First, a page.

The issue of the accuracy of the above reasoning is discussed at the beginning of the description of the theoretical bases of the application. Results of calculations performed on the basis of |J,J_{z}> provide states of lowest multiplet. The fuller basis of |L,S,L_{z},S_{z}> takes into account the coupling between the states of different multiplets. Determining the value of the orbital and spin components of the magnetic moment of the paramagnetic ion with an electron structure calculated in the representation |L,S,Lz,Sz> boils down to a simple interpretation of the expected values L and S.

An external magnetic field eliminates the degeneracy, changes the energy value of the states, and mixes the wave functions of states (Zeeman effect). Elimination of degeneracy and the temperature-dependent occupation of states lead to the formation of a temperature-dependent magnetic moment of the ion. The magnetization of **M** is calculated as the statistical sum of the moments of individual **m** ions.

where: α= x, y, z. μB–Bohr magneton:

where: g_{L} – Landé g-factor, k_{B}- Boltzmann constant= 1,38 · 10 -23 J/K

* *

**MAGNETIC SUSCEPTIBILITY**The magnetic susceptibility of a paramagnetic state is calculated in accordance with its definition as the ratio of induced magnetization to the applied magnetic field. Taking into account the relationship between the thermodynamic functions, we can relatively simply calculate the directional components of the temperature dependence of magnetic susceptibility of a strongly correlated electron system in an unclosed shell in the crystal structure. Within the limit of low external fields, susceptibility is defined as the product of:

Where the -α index is the direction of the local coordinate system associated with the quantization axes in the crystal field with a certain symmetry. Bearing in mind the relationships described in the section THERMODYNAMICS OF MULTI ELECTRON SYSTEMS, the matrix elements between different states are obtained within the limit of small fields:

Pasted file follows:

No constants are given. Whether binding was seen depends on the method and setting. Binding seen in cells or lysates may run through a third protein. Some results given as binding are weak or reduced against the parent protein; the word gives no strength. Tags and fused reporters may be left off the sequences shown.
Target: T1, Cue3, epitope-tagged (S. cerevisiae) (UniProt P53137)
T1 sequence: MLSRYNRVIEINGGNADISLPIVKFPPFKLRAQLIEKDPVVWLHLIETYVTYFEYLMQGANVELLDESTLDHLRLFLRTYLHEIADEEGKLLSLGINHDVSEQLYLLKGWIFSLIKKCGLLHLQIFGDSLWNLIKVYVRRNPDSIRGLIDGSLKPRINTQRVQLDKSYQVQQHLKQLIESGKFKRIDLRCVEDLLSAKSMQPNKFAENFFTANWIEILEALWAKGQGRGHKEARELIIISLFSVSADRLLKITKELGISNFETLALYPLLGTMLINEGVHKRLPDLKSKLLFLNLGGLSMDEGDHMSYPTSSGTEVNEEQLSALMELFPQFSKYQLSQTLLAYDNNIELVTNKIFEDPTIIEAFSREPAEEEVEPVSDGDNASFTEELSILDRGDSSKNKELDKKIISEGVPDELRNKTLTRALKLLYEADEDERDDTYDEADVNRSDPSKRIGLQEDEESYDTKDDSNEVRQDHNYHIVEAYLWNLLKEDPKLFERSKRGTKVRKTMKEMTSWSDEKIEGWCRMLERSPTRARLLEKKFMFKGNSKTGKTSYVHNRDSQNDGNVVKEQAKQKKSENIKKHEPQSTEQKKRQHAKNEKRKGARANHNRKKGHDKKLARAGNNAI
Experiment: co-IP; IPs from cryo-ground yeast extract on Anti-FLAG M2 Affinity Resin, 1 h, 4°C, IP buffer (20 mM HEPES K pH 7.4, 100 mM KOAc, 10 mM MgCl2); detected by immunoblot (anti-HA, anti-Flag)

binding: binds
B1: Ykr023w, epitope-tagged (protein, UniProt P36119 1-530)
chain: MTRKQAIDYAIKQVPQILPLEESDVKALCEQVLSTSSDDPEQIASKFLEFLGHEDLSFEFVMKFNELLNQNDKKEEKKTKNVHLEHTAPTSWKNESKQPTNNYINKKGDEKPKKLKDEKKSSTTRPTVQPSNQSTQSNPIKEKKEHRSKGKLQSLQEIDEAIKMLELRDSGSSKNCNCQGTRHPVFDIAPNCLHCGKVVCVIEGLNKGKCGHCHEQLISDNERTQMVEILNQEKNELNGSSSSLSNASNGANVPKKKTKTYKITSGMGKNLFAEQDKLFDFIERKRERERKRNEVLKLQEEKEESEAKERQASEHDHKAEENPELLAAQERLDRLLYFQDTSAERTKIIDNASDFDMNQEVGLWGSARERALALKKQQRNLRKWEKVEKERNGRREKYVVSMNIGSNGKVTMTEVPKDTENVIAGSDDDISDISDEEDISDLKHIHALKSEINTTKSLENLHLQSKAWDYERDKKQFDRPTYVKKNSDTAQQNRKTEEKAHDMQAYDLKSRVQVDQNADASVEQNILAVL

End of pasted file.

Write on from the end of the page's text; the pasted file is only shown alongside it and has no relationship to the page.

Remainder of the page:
where j, k numbers the eigenstates of the Hamiltonian. For high temperatures and very weak crystal fields, this expression is reduced to the Curie law susceptibility. At temperatures comparable to the magnitude of the splitting of the states of crystal fields, these susceptibility curves may differ significantly from the shape of a hyperbole. In the case of crystal fields with low symmetry, the magnetic susceptibility exhibits a significant anisotropy. In a cubic structure, *χ _{x}*(

*T*)

*= χ*(

_{y}*T*)

*= χ*(

_{z}*T*). Magnetic susceptibility can be calculated for any external fields as the ratio of the magnetization taken as the sum of the induced magnetic moments to the applied field. Due to the often-observed non-linear increase in the value of the magnetic moment, the susceptibility calculated for different fields may vary considerably.

**SPECTROSCOPIC OBSERVABILITY OF INTERSTATE TRANSITIONS**Fine electron structure is observed in a number of spectroscopic methods (EPR ESR, IR spectroscopy, Raman scattering, etc.). Currently, the best method of exploring the fine electron structure is Inelastic Neutron Scattering (INS). For a system of N identical ions, a differential cross section in the INS experiments is assumed as follows:

In the above equation *γ _{N}* is the gyromagnetic factor of the neutron,

*r*is the classical radius of the e electron

_{e}*r*=e

_{e}^{2}/(

*m*)=2.818·10

_{e}c^{2}^{-15}m,

**k**

*and*

_{i}**k**

*are the wave vector of the incident and reflected neutron, respectively, and the expression exp(-2W(*

_{f}**k**

*-*

_{i}**k**

*)) represents the Debye-Waller factor, which describes the thermal excitation of vibrations in atoms. The delta function*

_{f}*δ*(

*ω - E*) corresponds to infinitely narrow crystal field states and is often replaced in exact calculation with the Lorentz distribution with specified half widths at half maximum (FWHM) of CEF states. The square of matrix elements from the above equation, symbolically denoted as <Γ

_{j}+E_{k}_{k}|

**J**

_{┴}|Γ

_{j}>

^{2}in the case of a polycrystalline material for dipole transitions is replaced with [

^{20}]:

In the case of a single crystal, the intensity of neutron scattering for dipole transitions between CEF states (Γ* _{j}* and Γ

*) is represented by the following equation:*

_{k}where θ is the angle between the neutron beam and the quantization axis *z*. INS is a very powerful tool for experimental verification of the theoretically calculated fine structure of electron states. Note, however, that not all CEF states are visible using this technique - only the transitions between states, where: |<Γ* _{k}*|

**J**|Γ

_{z}*>|, |<Γ*

_{j}*|*

_{k}**J**|Γ

_{-}*>|, |<Γ*

_{j}*|*

_{k}**J**|Γ

_{+}*>| is non-zero.*

_{j}